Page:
Cataract surgery is one of the most commonly performed operations worldwide and is considered to be an extremely safe and effective outpatient procedure. During cataract surgery, your doctor will numb the eye with local anesthesia, remove the cloudy lens of the eye, and replace the lens with a clear artificial lens called an intraocular lens (IOL).
At Fort Worth Eye Associates, we offer several types of lens implants:
- Standard implant (monofocal lens): Common IOL that corrects vision in one area, usually distance. Vision will be unclouded, however, reading glasses may still need to be worn as they were before cataract development
- Premium implants (accommodative or multifocal lens): Revolutionary new IOL which uses the latest technology in correcting vision after cataract surgery. Premium implants allow both distance and near vision to be corrected and greatly reduce the need for eyeglasses. Fort Worth Eye Associates offers these premium intraocular lens options.
The First and Only Lens That Can Be Customized AFTER Cataract Surgery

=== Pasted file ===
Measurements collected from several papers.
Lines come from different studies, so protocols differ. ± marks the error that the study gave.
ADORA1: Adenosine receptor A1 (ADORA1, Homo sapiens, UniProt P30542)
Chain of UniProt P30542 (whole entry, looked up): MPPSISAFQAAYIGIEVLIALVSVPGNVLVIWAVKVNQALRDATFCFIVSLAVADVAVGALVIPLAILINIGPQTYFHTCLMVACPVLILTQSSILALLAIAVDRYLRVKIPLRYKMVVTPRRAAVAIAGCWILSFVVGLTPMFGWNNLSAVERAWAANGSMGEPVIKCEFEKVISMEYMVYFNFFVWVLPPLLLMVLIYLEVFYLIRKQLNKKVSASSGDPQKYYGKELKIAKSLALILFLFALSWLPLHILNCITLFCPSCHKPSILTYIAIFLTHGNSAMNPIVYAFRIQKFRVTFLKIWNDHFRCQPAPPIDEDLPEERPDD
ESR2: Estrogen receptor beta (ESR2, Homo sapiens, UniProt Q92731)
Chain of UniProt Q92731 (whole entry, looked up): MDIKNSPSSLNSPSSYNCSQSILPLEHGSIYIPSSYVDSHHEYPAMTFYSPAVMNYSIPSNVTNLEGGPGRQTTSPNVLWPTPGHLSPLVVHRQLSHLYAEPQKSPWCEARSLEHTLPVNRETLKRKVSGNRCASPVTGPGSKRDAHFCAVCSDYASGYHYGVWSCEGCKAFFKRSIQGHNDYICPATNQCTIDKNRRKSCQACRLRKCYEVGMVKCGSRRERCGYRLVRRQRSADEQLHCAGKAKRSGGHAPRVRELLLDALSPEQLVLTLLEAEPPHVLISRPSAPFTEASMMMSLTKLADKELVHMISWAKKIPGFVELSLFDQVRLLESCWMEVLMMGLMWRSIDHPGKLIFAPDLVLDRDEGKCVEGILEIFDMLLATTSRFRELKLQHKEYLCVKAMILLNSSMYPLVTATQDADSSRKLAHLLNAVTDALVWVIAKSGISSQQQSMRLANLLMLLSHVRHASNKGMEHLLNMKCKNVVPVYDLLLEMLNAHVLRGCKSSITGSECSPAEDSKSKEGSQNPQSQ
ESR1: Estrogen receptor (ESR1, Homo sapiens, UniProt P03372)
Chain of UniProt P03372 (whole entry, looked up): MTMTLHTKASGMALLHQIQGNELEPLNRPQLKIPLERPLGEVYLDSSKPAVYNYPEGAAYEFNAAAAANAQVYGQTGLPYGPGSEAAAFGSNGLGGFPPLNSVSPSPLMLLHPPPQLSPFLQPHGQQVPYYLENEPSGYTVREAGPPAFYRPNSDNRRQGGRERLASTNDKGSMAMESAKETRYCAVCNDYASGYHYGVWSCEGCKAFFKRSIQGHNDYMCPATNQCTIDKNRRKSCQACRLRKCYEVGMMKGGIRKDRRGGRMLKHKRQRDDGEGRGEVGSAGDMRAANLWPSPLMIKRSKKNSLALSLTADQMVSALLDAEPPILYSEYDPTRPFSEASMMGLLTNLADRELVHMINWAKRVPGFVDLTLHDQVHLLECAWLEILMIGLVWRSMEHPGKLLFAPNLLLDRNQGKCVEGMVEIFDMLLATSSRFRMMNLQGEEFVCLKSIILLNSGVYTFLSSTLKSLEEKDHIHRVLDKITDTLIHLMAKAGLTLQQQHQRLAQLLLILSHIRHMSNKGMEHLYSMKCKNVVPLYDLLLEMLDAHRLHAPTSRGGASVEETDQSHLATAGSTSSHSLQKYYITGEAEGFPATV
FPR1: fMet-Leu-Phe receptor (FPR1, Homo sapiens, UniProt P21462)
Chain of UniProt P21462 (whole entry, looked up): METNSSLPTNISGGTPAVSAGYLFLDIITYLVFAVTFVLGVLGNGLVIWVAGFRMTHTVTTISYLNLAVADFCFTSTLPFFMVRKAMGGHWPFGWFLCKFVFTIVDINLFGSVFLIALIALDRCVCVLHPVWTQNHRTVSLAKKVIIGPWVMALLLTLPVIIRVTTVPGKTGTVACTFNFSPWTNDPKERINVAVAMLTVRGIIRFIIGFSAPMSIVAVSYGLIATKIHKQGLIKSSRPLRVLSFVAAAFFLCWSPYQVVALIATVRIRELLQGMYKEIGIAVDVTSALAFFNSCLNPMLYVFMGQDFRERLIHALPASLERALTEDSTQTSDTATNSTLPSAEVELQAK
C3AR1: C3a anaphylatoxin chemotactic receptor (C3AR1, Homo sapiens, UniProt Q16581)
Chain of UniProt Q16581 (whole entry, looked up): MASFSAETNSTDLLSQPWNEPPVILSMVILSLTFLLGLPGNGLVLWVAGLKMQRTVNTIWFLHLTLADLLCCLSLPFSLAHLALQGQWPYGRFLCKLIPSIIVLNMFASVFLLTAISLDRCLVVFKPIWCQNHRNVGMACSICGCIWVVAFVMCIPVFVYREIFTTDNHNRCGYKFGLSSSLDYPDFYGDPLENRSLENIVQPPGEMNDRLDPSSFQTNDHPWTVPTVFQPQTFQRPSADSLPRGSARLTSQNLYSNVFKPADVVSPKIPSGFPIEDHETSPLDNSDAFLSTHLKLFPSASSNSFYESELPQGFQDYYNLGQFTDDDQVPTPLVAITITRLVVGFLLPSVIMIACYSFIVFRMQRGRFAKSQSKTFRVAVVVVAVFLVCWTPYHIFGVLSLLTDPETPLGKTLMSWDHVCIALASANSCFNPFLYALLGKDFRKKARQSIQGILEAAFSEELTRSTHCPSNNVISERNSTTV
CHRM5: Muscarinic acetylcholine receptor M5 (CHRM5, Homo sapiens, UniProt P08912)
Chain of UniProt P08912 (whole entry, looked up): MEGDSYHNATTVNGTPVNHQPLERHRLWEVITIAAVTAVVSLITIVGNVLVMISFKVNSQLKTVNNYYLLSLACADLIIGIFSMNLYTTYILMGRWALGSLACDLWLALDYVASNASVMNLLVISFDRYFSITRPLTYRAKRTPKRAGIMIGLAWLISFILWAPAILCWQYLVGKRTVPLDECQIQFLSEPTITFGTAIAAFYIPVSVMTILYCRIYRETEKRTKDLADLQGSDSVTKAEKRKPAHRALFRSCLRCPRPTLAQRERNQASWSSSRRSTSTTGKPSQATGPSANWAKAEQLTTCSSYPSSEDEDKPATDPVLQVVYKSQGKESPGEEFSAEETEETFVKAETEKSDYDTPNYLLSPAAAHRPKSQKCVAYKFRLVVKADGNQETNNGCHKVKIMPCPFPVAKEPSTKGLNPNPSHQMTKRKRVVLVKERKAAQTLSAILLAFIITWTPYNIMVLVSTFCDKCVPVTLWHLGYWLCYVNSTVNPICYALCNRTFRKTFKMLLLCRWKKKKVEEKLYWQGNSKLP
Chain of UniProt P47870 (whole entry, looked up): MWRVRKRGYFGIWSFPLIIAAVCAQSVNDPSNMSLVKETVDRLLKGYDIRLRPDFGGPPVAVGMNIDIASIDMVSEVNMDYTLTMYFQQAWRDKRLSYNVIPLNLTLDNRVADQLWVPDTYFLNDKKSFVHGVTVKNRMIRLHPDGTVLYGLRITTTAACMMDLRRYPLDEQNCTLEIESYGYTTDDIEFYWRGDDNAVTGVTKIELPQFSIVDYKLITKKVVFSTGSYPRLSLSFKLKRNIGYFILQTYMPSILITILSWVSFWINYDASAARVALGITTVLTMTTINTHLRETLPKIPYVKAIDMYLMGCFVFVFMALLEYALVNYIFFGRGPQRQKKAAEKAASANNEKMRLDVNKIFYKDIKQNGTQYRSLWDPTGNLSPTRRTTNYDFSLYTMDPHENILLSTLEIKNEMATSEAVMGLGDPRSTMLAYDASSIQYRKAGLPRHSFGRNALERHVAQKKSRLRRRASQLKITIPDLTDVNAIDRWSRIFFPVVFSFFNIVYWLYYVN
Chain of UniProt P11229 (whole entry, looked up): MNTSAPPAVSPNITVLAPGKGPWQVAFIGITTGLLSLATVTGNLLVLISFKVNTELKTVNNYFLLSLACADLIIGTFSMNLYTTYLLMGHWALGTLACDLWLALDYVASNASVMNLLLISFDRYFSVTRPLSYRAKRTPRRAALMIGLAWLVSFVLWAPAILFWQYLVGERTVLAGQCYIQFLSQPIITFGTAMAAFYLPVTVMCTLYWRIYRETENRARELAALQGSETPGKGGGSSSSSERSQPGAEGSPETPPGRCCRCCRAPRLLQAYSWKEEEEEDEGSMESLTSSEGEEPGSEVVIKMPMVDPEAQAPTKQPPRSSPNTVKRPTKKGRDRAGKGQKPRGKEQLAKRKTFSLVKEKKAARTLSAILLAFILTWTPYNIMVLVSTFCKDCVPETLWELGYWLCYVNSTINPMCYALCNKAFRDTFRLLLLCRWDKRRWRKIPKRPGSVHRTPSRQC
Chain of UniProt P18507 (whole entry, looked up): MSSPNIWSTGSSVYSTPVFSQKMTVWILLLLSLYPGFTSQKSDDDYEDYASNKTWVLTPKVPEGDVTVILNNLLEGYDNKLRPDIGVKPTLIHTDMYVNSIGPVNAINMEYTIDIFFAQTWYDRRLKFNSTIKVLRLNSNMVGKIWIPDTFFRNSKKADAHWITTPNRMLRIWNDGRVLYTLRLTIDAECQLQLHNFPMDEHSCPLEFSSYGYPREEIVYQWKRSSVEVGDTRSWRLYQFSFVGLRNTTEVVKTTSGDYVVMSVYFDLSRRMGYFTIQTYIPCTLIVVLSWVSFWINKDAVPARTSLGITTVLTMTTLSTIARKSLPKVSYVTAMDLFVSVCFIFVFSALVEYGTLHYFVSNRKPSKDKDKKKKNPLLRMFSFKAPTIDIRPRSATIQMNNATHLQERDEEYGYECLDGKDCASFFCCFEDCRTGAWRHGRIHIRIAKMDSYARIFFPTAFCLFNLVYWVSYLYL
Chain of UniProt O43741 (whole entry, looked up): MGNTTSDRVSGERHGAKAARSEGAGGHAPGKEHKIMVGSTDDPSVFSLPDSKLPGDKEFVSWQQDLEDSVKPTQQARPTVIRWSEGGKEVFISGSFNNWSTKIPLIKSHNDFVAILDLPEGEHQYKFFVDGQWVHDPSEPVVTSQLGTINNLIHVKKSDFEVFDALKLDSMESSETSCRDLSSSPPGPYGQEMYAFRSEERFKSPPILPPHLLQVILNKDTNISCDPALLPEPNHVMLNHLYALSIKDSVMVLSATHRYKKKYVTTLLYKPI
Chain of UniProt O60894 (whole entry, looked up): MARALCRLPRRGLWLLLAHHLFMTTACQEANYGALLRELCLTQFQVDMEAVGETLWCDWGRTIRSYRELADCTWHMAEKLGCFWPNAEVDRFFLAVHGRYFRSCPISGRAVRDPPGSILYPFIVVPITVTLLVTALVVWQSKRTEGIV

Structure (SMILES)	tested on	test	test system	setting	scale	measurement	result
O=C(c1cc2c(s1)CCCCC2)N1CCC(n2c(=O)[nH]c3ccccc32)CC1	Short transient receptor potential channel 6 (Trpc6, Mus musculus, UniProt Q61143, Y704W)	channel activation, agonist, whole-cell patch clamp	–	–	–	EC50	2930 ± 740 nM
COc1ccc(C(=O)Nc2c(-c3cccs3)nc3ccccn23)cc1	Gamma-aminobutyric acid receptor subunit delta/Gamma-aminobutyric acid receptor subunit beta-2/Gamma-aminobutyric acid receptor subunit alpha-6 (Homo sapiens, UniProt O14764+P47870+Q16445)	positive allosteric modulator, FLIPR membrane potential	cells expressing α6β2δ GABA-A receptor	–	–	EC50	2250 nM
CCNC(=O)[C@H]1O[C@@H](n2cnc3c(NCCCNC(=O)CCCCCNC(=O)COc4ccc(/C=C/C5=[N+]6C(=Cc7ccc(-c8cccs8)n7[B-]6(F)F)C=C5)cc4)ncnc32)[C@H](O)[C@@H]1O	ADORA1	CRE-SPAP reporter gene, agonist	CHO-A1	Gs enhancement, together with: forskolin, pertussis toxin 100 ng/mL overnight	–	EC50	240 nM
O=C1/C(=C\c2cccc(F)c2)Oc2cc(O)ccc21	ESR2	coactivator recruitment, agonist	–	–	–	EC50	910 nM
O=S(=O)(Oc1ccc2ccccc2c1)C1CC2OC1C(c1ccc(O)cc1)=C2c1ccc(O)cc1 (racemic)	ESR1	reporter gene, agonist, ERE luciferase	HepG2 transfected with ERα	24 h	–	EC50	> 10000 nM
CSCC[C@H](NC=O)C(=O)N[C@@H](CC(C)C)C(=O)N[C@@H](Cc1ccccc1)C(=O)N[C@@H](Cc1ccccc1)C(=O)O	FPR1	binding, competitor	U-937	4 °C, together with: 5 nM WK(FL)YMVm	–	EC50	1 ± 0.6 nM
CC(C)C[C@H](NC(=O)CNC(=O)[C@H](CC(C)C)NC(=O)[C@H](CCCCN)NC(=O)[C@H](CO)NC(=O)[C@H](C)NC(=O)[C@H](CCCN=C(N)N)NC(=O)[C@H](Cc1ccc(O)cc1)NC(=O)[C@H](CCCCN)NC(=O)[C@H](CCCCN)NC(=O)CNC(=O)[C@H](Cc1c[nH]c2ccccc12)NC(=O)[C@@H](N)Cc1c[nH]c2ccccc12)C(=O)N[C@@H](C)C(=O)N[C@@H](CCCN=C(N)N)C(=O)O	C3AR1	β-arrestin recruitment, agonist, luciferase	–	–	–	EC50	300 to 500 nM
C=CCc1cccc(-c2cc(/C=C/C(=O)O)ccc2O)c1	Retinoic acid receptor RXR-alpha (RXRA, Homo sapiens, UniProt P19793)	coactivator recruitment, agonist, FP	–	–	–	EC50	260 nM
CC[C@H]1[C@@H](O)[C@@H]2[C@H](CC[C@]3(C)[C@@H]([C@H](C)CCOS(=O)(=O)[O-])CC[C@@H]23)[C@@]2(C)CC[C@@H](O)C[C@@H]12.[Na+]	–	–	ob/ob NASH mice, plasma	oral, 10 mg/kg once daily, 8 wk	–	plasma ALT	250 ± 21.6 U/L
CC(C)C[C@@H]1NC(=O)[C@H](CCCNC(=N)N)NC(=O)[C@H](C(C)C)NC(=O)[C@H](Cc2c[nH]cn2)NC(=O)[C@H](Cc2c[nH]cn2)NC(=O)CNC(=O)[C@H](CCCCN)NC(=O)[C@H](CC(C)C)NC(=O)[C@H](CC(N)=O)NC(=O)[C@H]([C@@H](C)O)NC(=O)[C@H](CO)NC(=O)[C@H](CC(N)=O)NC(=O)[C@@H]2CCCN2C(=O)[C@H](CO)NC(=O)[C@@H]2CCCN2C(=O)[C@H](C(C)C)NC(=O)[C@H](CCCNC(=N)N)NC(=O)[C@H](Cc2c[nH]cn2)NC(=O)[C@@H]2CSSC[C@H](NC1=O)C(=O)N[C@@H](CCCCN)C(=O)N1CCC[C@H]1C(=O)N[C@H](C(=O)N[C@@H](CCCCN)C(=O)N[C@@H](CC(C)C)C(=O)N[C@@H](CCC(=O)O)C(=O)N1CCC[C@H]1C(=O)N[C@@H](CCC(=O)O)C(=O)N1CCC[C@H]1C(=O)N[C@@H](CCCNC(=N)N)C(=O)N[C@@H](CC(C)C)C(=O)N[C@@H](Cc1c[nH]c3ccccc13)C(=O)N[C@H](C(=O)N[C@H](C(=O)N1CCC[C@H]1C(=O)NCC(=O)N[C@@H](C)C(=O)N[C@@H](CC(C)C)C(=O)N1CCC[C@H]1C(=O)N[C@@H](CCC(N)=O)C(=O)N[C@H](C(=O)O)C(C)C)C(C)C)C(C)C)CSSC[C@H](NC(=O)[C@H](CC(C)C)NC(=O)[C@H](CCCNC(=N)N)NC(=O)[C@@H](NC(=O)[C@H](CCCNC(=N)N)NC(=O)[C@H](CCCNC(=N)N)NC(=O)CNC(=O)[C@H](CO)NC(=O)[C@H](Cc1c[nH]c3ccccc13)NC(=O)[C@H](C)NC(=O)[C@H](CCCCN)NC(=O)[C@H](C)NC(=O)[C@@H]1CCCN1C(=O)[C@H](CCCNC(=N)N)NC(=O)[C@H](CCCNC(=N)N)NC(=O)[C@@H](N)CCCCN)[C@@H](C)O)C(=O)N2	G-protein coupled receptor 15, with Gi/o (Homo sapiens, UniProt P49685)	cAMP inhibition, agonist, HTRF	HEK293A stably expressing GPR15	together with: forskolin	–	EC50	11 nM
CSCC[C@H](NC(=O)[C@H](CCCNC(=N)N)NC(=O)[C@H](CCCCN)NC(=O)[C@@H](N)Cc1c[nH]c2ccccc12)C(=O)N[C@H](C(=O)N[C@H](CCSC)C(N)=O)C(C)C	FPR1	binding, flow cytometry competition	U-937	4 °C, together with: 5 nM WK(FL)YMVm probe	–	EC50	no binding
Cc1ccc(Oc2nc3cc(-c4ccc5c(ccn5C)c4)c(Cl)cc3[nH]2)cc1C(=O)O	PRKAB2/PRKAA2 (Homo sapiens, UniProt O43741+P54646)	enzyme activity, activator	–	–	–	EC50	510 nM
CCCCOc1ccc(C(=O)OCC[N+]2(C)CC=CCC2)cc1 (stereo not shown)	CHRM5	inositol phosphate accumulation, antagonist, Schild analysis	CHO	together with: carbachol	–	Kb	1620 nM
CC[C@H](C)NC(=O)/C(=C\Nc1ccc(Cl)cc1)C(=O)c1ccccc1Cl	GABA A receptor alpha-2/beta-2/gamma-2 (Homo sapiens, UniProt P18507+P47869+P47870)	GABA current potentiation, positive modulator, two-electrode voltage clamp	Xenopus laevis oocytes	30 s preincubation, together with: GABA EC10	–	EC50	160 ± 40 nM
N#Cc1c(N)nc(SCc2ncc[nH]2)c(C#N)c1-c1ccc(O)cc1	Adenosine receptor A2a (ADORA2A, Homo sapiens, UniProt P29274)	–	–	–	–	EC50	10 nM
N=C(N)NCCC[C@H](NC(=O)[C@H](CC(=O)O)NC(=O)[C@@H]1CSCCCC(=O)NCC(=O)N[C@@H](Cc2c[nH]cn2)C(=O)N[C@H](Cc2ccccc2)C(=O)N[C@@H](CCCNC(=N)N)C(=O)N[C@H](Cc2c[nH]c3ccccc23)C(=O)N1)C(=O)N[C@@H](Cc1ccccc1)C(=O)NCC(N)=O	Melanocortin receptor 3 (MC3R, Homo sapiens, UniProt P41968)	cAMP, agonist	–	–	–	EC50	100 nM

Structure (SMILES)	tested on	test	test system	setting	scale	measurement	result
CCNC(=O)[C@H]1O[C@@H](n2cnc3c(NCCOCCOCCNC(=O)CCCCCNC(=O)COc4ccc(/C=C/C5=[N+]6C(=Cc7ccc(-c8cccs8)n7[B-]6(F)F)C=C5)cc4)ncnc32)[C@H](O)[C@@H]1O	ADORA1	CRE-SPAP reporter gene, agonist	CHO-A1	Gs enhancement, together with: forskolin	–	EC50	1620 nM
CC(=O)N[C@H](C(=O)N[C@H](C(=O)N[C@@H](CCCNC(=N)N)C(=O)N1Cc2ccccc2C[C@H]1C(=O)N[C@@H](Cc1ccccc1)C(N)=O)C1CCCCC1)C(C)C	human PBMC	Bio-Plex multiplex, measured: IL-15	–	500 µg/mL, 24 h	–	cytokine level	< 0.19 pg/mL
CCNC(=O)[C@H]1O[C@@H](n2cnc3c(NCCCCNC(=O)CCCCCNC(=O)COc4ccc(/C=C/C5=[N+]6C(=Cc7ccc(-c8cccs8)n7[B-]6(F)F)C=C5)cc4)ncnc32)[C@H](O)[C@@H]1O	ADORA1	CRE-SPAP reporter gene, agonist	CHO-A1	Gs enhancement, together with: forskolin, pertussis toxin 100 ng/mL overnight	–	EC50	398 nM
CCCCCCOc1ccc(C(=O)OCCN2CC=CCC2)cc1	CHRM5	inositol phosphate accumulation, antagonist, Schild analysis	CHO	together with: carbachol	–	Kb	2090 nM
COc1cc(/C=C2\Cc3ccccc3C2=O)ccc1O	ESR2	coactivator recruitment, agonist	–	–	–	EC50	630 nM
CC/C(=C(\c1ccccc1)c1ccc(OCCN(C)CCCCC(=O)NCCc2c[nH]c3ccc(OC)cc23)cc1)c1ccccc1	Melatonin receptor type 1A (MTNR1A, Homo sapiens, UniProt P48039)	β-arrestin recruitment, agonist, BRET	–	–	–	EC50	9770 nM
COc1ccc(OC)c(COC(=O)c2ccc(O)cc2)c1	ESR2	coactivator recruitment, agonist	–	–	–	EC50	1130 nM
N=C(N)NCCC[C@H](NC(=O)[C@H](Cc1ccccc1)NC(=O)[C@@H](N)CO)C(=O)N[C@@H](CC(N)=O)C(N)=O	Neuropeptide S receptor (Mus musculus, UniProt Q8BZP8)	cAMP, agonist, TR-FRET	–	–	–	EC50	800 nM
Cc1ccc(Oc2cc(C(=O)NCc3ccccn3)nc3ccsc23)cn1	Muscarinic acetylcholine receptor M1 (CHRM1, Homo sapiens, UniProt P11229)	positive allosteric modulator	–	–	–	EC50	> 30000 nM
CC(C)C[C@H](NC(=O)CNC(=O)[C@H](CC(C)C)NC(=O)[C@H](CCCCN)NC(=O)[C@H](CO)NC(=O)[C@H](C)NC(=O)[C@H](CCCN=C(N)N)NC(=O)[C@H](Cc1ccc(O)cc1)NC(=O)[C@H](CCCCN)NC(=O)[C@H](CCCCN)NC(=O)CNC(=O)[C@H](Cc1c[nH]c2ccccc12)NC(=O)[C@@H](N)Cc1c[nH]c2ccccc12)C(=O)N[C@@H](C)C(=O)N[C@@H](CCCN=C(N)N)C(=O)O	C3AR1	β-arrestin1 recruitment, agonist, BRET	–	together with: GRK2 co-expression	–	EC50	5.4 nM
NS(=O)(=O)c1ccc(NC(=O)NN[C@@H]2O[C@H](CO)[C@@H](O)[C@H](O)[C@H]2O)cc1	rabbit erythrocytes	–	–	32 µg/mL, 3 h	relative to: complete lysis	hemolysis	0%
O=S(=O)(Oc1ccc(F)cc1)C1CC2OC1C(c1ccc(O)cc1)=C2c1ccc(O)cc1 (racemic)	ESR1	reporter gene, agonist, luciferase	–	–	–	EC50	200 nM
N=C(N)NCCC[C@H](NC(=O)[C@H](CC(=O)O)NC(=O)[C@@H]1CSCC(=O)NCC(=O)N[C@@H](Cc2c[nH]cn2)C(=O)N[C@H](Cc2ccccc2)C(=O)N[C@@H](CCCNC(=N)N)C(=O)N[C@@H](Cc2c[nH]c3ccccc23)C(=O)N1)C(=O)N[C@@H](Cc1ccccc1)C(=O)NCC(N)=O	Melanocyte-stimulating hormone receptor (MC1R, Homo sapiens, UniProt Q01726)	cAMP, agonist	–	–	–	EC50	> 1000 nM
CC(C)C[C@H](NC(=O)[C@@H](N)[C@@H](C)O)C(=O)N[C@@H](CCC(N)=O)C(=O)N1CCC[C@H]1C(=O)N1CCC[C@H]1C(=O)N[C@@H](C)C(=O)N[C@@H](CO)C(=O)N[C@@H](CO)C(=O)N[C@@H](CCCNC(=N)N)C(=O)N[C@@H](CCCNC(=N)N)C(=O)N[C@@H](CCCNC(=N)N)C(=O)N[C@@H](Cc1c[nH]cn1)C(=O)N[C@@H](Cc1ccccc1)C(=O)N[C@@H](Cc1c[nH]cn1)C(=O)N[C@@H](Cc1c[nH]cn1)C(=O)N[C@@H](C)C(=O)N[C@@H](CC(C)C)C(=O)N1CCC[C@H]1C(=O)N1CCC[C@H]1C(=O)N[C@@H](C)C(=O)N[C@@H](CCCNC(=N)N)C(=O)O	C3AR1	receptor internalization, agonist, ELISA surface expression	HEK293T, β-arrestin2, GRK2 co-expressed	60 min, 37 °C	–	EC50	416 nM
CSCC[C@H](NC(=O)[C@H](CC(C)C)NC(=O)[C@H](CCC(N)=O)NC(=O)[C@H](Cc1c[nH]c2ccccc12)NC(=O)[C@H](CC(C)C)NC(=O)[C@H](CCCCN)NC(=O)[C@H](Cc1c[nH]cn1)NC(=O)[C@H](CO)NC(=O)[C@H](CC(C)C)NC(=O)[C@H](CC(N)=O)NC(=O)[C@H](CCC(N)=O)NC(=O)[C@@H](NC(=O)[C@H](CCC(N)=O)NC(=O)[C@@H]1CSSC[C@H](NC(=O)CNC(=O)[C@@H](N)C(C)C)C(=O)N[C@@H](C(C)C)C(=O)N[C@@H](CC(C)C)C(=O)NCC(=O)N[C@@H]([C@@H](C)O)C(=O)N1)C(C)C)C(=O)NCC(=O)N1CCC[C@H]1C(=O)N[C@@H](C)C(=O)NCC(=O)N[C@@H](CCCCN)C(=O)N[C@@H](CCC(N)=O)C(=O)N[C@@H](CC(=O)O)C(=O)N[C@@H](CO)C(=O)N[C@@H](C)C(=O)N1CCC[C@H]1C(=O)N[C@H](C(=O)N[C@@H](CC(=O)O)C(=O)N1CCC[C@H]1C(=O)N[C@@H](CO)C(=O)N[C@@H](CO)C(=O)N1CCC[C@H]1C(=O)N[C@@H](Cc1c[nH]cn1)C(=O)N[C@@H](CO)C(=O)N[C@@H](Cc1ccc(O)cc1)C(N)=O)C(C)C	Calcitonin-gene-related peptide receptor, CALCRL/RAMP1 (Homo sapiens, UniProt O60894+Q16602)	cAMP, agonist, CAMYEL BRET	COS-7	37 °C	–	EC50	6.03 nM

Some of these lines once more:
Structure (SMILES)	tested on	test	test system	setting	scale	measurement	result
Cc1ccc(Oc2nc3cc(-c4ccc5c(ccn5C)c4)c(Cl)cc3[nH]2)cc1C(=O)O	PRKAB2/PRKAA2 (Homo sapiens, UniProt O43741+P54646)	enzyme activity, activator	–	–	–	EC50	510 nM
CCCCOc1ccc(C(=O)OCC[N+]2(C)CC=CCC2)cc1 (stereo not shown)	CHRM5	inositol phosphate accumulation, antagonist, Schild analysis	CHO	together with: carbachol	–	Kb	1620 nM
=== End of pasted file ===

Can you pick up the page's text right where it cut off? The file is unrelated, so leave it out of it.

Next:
With traditional intraocular lenses (IOLs), your physician performs measurements before your surgery in order to select the best IOL to try to achieve your vision goals. Once your surgery is complete and the IOL has been implanted, your physician has limited options to adjust the lens power.
With the RxSight™ Light Adjustable Lens, you and your doctor can now customize your vision after your eye has healed from cataract surgery. This is because the Light Adjustable Lens is made of a special photosensitive material that changes the shape and power of your implanted lens in response to ultraviolet (UV) light. You and your physician will have the unique ability to adjust and preview your vision until it meets your personal desires and lifestyle requirements.